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Re: Deploying new expectation-extensions

From: Charles Fry <fry@google.com>
Date: Thu, 3 Apr 2008 22:30:42 -0400
Message-ID: <b549193f0804031930o73d040eeof1cbe72dcc310953@mail.gmail.com>
To: "Mark Nottingham" <mnot@mnot.net>
Cc: "Julian Reschke" <julian.reschke@gmx.de>, "HTTP Working Group" <ietf-http-wg@w3.org>, google-gears-eng@googlegroups.com

Right. I'd missed that.

So in summary, new expectations are guaranteed to break on compliant
proxies? Sad.

Charles

On Thu, Apr 3, 2008 at 8:39 PM, Mark Nottingham <mnot@mnot.net> wrote:
> RFC 2616, section 1.3:
>
>
> > server
> > An application program that accepts connections in order to service
> requests by sending back responses. Any given program may be capable of
> being both a client and a server; our use of these terms refers only to the
> role being performed by the program for a particular connection, rather than
> to the program's capabilities in general. Likewise, any server may act as an
> origin server, proxy, gateway, or tunnel, switching behavior based on the
> nature of each request.
> >
>
>
> > origin server
> > The server on which a given resource resides or is to be created.
> >
>
>
> > proxy
> > An intermediary program which acts as both a server and a client for the
> purpose of making requests on behalf of other clients. Requests are serviced
> internally or by passing them on, with possible translation, to other
> servers. A proxy MUST implement both the client and server requirements of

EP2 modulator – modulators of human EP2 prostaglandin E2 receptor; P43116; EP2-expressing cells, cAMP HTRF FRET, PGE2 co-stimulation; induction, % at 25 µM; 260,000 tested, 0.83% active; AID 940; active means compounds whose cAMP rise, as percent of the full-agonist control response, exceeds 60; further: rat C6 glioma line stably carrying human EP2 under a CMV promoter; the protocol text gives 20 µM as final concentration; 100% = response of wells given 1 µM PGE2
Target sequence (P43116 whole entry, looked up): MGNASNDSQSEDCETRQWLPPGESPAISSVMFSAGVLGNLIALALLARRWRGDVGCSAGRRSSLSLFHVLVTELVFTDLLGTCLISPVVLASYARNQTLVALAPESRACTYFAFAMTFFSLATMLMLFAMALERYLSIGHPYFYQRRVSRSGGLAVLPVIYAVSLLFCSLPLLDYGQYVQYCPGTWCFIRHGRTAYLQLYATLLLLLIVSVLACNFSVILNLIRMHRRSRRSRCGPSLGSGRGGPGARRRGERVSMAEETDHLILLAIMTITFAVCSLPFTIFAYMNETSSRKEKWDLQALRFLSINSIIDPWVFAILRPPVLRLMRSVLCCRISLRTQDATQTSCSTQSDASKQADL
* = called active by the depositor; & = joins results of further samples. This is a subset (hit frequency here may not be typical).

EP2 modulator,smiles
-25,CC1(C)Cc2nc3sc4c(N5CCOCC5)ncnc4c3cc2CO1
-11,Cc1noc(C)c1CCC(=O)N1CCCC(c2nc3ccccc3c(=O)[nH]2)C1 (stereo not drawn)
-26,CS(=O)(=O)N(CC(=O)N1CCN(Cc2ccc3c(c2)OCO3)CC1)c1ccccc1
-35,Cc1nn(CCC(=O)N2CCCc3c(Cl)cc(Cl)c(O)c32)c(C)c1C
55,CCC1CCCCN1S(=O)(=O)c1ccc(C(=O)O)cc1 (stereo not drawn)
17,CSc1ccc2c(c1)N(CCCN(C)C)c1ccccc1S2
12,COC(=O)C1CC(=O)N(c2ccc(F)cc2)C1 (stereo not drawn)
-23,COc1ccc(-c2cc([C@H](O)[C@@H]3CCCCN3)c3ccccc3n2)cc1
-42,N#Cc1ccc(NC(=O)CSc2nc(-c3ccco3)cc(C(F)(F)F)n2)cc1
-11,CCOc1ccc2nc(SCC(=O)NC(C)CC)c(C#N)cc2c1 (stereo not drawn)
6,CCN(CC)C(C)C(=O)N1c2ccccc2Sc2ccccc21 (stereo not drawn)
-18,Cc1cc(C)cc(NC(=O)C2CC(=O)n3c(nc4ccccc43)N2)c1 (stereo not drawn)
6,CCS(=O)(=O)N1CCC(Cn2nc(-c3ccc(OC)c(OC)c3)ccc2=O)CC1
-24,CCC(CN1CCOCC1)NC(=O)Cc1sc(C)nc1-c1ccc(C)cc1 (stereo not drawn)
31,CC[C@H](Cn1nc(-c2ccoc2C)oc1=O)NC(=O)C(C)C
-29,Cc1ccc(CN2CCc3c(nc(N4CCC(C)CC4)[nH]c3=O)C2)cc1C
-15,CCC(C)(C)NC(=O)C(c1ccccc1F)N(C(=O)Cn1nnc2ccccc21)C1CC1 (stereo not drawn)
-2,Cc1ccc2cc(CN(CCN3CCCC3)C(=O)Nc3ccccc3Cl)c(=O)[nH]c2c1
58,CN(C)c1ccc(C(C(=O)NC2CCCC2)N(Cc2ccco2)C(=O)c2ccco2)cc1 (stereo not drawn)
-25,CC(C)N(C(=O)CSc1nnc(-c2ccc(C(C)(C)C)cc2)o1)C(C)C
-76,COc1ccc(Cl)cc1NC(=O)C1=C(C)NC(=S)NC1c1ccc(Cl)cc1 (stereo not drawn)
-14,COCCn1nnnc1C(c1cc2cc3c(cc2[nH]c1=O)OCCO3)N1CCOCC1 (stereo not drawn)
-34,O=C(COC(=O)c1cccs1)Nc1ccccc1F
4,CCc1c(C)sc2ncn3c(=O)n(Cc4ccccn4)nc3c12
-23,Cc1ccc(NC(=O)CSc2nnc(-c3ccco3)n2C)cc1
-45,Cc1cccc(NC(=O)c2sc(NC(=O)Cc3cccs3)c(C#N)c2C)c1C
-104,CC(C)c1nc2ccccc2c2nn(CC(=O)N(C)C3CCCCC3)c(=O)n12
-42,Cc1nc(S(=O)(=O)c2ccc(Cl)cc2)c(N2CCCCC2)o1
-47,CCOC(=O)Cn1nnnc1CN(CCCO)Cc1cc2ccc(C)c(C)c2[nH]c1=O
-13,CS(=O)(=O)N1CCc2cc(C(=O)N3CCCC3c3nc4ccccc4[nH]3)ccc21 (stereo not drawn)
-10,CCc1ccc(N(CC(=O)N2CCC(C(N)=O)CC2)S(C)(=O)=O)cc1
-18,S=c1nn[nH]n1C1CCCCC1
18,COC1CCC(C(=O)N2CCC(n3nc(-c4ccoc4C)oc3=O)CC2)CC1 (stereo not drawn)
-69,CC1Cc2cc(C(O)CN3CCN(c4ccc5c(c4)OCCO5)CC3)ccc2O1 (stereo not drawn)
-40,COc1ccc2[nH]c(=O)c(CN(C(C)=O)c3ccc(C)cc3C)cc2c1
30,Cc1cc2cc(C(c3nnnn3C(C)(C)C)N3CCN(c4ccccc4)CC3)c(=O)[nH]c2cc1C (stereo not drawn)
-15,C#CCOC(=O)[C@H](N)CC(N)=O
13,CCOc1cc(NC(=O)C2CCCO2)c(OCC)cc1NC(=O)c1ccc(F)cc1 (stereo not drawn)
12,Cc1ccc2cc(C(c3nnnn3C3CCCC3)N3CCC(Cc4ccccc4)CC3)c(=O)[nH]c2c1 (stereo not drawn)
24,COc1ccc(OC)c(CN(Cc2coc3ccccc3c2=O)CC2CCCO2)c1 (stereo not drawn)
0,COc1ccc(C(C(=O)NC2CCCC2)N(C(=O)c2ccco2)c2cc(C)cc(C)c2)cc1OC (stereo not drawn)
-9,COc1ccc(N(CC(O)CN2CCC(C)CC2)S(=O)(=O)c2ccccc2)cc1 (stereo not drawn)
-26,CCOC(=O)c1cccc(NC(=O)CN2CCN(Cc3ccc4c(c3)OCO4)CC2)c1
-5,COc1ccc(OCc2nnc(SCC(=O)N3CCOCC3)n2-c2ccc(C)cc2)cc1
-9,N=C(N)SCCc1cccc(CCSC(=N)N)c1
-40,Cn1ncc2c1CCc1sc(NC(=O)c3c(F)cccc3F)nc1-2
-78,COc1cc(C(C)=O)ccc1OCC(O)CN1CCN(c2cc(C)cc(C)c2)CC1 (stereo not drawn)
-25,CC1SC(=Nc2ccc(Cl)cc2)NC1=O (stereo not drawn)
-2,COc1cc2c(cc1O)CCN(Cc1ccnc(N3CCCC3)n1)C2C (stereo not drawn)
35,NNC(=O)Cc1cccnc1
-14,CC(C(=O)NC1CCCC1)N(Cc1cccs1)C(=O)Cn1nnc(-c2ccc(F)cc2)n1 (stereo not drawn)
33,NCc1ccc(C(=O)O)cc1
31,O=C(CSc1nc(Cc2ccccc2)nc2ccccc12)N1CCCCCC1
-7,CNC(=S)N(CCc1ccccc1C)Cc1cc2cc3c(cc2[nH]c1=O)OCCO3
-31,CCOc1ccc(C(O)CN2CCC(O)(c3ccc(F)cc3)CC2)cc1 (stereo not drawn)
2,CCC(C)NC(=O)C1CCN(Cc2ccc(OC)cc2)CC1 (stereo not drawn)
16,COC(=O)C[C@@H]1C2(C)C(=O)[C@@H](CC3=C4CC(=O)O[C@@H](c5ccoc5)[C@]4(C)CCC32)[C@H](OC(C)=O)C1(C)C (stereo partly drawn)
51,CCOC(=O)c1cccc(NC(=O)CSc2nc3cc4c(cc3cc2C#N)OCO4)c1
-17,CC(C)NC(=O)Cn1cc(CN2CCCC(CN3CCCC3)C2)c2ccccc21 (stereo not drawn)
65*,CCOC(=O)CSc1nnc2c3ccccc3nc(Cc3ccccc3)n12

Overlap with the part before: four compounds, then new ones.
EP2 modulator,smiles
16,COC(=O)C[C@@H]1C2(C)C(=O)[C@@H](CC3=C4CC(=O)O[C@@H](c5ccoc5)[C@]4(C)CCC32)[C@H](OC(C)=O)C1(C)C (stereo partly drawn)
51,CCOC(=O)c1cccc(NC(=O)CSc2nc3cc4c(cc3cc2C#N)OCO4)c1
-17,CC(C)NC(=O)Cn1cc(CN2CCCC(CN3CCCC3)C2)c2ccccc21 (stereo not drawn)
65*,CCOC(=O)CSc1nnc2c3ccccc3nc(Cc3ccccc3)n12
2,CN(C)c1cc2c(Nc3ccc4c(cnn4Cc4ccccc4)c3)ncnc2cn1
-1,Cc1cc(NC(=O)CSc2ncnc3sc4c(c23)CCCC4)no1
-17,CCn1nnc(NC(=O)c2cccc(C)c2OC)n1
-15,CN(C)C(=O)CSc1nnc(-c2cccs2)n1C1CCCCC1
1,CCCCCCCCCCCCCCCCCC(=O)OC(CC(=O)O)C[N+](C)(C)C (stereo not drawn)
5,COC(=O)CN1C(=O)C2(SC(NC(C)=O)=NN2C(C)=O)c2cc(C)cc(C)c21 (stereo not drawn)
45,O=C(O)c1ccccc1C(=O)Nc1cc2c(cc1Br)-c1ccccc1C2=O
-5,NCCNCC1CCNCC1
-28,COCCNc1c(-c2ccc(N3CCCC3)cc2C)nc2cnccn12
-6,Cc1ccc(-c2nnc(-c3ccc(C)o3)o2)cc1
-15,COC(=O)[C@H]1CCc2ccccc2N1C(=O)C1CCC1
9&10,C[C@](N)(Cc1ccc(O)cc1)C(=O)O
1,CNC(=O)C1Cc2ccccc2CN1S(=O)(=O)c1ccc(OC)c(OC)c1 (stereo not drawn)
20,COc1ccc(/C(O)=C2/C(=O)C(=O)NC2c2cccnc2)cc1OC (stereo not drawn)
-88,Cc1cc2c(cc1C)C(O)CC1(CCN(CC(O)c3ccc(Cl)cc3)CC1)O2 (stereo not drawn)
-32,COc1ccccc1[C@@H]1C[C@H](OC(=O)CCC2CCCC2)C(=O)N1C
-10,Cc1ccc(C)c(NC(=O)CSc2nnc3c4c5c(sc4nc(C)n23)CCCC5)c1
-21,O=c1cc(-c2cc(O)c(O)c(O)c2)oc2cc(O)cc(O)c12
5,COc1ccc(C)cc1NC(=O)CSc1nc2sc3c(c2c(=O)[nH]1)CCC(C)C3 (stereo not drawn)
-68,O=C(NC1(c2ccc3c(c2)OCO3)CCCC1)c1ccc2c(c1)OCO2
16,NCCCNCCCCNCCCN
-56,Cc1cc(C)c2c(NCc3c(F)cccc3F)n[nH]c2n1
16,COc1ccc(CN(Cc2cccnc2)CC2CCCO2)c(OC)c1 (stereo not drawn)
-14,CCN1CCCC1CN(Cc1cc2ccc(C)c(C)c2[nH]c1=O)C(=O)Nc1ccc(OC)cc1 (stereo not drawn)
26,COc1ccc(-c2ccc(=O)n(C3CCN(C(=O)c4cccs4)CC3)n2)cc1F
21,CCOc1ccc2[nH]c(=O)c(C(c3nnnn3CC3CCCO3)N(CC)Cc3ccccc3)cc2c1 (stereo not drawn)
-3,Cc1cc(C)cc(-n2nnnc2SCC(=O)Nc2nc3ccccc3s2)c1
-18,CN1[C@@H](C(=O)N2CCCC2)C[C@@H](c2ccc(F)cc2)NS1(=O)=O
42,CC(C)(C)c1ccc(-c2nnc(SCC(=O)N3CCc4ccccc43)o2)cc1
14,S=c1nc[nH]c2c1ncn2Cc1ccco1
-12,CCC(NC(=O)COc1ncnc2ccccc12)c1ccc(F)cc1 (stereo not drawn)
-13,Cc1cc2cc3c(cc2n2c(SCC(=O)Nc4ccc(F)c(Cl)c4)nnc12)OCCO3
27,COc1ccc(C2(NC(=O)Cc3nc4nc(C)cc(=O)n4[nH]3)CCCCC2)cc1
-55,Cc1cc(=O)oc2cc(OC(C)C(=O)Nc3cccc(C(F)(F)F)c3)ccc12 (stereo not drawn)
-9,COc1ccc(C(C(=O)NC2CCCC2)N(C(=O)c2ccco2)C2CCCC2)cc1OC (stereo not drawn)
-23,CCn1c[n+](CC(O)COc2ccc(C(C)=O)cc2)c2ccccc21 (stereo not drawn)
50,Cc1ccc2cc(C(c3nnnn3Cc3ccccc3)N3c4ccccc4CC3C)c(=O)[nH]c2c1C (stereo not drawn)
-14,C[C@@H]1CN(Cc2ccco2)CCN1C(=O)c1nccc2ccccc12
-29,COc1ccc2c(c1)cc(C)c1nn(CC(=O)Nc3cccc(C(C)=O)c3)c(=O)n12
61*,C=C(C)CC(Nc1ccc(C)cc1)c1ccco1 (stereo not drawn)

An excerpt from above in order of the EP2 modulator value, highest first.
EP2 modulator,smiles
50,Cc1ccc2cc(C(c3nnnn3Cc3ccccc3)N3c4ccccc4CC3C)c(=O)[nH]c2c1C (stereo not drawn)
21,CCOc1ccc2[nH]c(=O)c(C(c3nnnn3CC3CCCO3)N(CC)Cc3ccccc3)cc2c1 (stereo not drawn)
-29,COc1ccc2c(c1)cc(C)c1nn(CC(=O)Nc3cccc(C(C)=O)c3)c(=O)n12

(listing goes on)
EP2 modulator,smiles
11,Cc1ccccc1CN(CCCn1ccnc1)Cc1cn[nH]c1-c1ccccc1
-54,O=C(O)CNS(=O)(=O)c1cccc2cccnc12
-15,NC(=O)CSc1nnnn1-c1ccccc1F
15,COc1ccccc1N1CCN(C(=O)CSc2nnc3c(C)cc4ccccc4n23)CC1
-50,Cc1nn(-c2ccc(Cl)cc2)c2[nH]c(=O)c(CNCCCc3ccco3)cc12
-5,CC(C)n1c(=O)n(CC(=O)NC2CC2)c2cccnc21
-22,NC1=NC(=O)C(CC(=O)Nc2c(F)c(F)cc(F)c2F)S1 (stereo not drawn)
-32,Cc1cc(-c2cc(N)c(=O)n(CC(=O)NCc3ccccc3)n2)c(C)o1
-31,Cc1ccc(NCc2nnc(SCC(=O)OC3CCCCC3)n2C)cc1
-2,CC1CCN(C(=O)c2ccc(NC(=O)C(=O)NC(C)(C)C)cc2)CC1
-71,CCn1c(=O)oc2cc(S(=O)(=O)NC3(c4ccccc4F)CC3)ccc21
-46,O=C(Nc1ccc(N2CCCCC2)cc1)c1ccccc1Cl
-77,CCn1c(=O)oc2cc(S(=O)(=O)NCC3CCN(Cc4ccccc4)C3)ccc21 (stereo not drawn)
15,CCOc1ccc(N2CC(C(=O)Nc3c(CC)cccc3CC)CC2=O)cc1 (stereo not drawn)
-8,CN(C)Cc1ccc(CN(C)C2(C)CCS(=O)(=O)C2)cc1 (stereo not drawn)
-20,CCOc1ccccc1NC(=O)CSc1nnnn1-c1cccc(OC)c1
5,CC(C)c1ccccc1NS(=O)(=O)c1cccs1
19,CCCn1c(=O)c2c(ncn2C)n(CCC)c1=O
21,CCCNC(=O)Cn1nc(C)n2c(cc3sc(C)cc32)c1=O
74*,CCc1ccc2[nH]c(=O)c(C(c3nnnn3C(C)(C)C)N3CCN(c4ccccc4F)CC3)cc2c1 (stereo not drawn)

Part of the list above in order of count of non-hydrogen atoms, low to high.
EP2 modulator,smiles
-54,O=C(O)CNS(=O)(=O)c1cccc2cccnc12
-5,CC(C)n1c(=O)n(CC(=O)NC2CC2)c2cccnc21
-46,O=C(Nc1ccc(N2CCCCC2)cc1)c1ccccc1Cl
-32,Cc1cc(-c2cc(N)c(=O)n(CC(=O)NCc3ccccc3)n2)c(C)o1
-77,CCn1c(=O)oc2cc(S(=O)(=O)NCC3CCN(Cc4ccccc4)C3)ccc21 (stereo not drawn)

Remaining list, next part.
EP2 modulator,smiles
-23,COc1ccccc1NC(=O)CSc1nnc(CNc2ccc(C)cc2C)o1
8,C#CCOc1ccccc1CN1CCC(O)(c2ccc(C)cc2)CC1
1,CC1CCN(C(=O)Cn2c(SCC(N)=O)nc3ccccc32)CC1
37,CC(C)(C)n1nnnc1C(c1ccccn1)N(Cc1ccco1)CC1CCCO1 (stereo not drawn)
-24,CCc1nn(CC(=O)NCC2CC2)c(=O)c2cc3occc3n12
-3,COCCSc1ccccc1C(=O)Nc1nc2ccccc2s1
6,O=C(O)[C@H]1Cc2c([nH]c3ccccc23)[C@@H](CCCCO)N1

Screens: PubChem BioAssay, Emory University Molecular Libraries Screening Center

> this specification. A "transparent proxy" is a proxy that does not modify
> the request or response beyond what is required for proxy authentication and
> identification. A "non-transparent proxy" is a proxy that modifies the
> request or response in order to provide some added service to the user
> agent, such as group annotation services, media type transformation,
> protocol reduction, or anonymity filtering. Except where either transparent
> or non-transparent behavior is explicitly stated, the HTTP proxy
> requirements apply to both types of proxies.
> >
>
>
>  Cheers,
>
>
>
>
>  On 04/04/2008, at 11:34 AM, Charles Fry wrote:
>
>
> >
> >
> > > See:
> > >  http://coad.measurement-factory.com/
> > >
> > > A representative test is sending a request with
> > >  Expect: 100-continueing
> > >
> >
> > And you define correct proxy behavior as sending a 417 when such a
> > header is encountered? In other words your previous response suggests
> > that most proxies _do not_ send a 417, but simply pass the header
> > through, except for very recent Squid builds which send a 417 on an
> > unknown expectation?
> >
> >
> > > I don't see how you can read it both ways; e.g.,
> > >
> > >
> > >
> > > > This header field is defined with extensible syntax to allow for
> > > >  future extensions. If a server receives a request containing an
> > > >  Expect field that includes an expectation-extension that it does not
> > > >  support, it MUST respond with a 417 (Expectation Failed) status.
> > > >
> > >
> >
> > I read this as applying to a non-proxy server. In other words, the
> > final server for a given request. Obviously this server knows which
> > expectation-extensions it supports, and clearly it must respond with a
> > 417 when it receives an unsupported expectation.
> >
> >
> > >
> > > >  The Expect mechanism is hop-by-hop: that is, an HTTP/1.1 proxy MUST
> > > >  return a 417 (Expectation Failed) status if it receives a request
> > > >  with an expectation that it cannot meet. However, the Expect
> > > >  request-header itself is end-to-end; it MUST be forwarded if the
> > > >  request is forwarded.
> > > >
> > >
> >
> > This is ambiguous in that it does not specify how a proxy determines
> > that it cannot meet an unknown expectation. As far as I can tell, you
> > and Julian are reading this to suggest that when a proxy sees an